"My father had a friend named Oscar who had quite a bit of money. After the bank closures, he didn't trust banks, and he buried his money in fruit jars in his back yard. When the Depression was over, Oscar dug up all the jars and bought (some real estate) with the money.
"It still scares me to death when people run up big credit bills. That's not something I could do. I'm very careful. My house has to be clear, so that no one can take it away.
Lucille Gold was born in New York City in 1920. She now lives in Oceanside (San Diego County).
"My mother and father were immigrants," she says. "They came here (from Russia) before World War I as teenagers. My father got to be very rich in the 1920s: He opened a chemical company of sorts. I never knew, but I suspect it might have had something to do with Prohibition. Our family was rich — we had a nanny and lived in the upper Bronx in a very elegant home. My father also invested in a lot of things like radio and film. And then he lost everything in the stock market crash.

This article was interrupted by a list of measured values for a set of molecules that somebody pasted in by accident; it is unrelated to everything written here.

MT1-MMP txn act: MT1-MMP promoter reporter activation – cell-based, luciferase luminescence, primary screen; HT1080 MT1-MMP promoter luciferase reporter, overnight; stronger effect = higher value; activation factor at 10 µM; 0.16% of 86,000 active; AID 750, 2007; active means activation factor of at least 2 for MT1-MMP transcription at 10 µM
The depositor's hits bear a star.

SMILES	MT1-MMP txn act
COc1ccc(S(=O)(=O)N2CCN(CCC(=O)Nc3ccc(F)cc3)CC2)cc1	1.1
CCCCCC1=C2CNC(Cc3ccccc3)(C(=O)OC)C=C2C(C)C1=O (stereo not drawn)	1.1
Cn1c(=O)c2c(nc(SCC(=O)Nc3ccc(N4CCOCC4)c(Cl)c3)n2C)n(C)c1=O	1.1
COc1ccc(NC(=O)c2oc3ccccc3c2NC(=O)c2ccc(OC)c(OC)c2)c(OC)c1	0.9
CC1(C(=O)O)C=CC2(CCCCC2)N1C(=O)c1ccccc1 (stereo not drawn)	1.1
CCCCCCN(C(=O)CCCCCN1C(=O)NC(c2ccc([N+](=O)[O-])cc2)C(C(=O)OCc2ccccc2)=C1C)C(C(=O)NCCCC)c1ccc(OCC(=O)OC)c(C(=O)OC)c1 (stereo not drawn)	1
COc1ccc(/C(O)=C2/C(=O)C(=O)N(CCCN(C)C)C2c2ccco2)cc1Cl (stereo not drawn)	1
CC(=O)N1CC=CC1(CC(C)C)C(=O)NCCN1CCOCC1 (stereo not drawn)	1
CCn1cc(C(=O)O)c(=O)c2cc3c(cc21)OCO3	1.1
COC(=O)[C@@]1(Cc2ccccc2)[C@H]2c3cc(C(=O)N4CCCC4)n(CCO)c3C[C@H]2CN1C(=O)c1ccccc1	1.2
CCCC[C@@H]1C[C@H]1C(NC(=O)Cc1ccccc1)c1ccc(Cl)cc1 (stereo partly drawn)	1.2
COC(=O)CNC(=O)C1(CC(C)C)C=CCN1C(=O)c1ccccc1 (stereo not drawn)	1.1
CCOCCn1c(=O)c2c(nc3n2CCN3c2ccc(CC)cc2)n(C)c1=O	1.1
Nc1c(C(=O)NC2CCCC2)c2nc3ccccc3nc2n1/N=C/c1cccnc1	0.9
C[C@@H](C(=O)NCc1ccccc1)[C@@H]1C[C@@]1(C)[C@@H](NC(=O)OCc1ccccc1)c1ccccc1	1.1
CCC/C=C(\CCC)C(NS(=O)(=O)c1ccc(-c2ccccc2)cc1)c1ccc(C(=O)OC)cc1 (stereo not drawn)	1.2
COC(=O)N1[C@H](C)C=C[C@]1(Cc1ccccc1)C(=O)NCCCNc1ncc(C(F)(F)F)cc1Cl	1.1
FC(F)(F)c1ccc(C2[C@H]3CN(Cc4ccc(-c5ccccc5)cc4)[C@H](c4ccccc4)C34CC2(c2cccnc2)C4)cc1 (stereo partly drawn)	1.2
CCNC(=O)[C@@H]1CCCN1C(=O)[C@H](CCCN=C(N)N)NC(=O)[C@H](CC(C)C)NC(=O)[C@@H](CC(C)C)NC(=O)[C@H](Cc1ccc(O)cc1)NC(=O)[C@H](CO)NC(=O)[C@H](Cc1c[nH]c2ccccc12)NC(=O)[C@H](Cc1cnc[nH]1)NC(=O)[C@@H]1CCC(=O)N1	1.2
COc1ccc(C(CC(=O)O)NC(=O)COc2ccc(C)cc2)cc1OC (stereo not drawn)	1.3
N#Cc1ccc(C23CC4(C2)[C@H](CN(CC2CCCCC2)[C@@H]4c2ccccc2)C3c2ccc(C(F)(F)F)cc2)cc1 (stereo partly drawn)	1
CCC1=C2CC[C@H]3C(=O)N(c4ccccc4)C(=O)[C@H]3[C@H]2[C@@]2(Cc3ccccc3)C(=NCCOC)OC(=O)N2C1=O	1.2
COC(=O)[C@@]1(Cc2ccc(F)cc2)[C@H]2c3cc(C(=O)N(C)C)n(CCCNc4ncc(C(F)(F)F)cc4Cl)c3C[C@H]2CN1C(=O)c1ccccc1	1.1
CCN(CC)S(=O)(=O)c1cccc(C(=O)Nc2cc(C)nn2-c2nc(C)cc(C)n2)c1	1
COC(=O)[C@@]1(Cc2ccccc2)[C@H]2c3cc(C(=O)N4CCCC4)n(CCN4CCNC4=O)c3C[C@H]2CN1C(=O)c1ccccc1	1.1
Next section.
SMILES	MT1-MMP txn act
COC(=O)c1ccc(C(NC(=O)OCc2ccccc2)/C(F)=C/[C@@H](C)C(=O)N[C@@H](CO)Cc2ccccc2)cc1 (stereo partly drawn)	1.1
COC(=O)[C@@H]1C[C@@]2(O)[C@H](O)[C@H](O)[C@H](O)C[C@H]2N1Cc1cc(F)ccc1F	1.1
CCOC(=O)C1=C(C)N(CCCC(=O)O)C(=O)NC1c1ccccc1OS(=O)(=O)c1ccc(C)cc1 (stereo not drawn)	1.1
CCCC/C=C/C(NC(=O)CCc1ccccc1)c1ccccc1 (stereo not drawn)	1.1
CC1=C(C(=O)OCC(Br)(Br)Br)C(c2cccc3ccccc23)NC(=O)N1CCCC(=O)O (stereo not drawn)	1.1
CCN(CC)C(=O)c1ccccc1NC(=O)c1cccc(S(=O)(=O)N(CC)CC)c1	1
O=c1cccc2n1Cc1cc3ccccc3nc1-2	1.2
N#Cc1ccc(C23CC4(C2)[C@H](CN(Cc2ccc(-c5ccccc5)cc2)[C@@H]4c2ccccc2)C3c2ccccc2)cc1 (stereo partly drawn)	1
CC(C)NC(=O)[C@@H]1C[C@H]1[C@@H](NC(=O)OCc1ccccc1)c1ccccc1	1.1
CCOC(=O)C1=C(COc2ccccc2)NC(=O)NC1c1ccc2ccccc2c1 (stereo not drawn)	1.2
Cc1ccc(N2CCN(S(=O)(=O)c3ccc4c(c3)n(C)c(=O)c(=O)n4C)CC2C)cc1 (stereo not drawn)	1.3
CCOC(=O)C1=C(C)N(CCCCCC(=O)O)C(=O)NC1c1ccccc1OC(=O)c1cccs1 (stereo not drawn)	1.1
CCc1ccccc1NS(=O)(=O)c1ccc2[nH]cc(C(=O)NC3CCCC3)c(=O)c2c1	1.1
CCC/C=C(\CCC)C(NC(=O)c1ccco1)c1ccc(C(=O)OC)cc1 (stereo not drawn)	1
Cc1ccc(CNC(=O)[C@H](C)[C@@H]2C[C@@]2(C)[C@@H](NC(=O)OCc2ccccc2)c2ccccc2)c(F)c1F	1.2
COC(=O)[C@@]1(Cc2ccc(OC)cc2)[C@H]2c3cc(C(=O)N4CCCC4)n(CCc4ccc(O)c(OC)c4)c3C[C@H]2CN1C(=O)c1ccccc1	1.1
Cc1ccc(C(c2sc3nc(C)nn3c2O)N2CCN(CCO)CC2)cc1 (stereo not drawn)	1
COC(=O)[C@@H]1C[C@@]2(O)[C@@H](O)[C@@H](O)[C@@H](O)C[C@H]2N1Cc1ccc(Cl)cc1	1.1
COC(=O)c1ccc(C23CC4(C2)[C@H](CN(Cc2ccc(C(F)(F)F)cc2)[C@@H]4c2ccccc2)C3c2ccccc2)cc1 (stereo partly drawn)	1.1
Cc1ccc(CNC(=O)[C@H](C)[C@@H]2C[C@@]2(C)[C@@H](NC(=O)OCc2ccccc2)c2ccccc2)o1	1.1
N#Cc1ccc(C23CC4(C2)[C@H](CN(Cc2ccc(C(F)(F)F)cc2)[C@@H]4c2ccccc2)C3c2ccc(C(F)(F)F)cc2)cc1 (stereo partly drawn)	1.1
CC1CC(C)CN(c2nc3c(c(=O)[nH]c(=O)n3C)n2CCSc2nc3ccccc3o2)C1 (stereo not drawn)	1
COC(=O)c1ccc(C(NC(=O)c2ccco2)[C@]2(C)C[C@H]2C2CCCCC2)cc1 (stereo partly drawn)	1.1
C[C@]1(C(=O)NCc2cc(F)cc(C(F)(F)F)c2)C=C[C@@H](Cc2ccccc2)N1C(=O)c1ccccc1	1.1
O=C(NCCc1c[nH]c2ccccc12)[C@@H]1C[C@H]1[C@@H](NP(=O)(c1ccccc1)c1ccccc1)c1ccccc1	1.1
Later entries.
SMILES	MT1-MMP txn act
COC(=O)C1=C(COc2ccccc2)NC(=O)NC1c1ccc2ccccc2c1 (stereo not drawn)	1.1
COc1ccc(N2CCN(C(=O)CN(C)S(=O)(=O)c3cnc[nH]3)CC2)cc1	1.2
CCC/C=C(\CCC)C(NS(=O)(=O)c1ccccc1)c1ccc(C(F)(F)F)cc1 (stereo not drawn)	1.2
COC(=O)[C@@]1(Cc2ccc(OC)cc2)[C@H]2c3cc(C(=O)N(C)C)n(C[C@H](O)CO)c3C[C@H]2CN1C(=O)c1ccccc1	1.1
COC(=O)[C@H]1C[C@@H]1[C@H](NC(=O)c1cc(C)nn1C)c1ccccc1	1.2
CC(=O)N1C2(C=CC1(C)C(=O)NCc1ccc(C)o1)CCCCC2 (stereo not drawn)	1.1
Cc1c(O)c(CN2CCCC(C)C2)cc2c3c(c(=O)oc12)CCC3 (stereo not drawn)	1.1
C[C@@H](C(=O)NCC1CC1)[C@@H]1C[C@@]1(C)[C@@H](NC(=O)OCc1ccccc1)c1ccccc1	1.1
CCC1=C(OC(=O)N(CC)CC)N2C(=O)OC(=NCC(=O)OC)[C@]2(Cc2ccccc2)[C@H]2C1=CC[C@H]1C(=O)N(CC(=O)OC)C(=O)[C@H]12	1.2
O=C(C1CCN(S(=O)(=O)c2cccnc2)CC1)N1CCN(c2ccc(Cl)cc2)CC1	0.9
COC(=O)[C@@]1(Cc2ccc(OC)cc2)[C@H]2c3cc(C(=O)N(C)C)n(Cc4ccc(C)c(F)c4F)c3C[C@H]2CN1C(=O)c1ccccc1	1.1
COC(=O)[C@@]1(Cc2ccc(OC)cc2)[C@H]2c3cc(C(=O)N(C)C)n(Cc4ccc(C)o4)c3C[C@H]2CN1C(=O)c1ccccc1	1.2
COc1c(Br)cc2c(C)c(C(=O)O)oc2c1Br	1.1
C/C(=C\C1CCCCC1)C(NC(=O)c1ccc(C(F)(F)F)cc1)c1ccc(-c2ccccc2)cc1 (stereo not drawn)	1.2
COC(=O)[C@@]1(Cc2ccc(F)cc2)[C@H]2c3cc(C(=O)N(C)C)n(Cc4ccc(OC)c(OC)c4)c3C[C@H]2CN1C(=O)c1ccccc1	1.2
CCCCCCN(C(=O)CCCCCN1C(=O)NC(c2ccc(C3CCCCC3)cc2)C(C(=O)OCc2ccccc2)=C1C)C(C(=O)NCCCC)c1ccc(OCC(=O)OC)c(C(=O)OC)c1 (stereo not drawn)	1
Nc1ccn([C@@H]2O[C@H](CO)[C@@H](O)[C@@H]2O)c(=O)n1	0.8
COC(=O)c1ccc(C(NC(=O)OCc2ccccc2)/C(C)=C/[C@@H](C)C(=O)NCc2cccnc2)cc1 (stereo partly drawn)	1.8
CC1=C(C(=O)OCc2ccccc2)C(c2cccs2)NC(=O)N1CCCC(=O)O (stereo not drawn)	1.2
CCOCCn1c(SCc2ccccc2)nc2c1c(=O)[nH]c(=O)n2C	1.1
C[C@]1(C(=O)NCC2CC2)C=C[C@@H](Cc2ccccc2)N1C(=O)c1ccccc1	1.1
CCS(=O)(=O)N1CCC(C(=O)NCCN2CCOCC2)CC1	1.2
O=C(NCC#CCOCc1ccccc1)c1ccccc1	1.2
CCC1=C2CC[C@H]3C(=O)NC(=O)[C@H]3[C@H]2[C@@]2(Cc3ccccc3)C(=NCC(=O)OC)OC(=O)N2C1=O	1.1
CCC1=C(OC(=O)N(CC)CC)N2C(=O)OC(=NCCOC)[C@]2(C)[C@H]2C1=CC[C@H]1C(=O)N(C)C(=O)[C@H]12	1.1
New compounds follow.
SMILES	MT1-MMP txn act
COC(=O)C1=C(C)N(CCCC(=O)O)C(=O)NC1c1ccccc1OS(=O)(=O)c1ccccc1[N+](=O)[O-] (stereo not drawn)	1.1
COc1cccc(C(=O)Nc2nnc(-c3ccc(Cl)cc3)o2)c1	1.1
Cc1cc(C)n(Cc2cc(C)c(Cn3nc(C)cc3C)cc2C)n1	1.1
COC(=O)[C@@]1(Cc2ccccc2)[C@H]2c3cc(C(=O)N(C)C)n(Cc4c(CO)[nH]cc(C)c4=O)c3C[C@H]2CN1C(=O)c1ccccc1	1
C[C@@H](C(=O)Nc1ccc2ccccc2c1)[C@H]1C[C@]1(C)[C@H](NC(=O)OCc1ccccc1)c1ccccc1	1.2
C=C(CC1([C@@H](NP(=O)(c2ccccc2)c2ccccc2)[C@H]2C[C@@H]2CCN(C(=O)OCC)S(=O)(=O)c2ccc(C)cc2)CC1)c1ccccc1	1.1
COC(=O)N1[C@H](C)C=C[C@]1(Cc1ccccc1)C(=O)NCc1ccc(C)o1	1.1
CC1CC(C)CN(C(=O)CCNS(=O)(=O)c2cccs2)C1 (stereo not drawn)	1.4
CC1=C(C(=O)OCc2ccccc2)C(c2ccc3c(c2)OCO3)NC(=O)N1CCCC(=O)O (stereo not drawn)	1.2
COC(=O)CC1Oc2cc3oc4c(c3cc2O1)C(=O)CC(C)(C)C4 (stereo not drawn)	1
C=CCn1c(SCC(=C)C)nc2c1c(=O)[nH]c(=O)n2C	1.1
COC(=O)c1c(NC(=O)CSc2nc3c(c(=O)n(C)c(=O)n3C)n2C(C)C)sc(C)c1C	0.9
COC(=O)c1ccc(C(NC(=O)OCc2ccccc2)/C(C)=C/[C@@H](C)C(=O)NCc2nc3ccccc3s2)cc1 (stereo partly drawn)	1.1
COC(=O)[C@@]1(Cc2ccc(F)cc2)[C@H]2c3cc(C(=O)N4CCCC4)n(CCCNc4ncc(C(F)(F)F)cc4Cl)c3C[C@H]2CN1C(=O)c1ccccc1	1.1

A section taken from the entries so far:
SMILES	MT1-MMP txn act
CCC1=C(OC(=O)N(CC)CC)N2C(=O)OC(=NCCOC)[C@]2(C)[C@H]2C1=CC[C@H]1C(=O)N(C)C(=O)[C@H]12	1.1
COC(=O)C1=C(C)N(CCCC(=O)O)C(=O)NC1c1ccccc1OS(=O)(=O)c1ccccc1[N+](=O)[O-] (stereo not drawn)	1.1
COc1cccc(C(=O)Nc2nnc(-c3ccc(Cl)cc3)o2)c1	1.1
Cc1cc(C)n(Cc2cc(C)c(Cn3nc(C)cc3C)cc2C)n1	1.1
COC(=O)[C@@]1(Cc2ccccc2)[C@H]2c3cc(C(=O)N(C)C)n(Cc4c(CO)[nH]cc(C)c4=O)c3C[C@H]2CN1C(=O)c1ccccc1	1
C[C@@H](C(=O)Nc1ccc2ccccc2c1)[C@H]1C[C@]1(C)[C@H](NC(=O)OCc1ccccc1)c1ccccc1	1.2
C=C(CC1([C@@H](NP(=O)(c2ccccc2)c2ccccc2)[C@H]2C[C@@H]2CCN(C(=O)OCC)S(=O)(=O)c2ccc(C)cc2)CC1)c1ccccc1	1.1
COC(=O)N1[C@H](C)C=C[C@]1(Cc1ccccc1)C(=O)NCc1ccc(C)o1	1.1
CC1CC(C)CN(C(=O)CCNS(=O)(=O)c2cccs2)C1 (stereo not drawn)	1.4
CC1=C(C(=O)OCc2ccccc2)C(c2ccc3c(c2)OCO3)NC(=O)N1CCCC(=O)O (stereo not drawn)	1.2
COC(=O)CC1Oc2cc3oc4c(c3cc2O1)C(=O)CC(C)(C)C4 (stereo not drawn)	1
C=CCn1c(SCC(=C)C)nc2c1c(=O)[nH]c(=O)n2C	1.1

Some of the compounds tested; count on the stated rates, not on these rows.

"I remember listening in to lots of my parents' conversations after my sister and I were supposed to be in bed. My mother would be crying, wondering what we would do ... She found a job as a bookkeeper for another family, and my father applied for New York City welfare. I remember it was $25 a week for a family of four.
"We had an uncle who had come to California and invested in real estate, and who was not hurt by the Depression. He let my family live rent-free in an apartment that he owned in the Bronx. That was one of the ways we survived.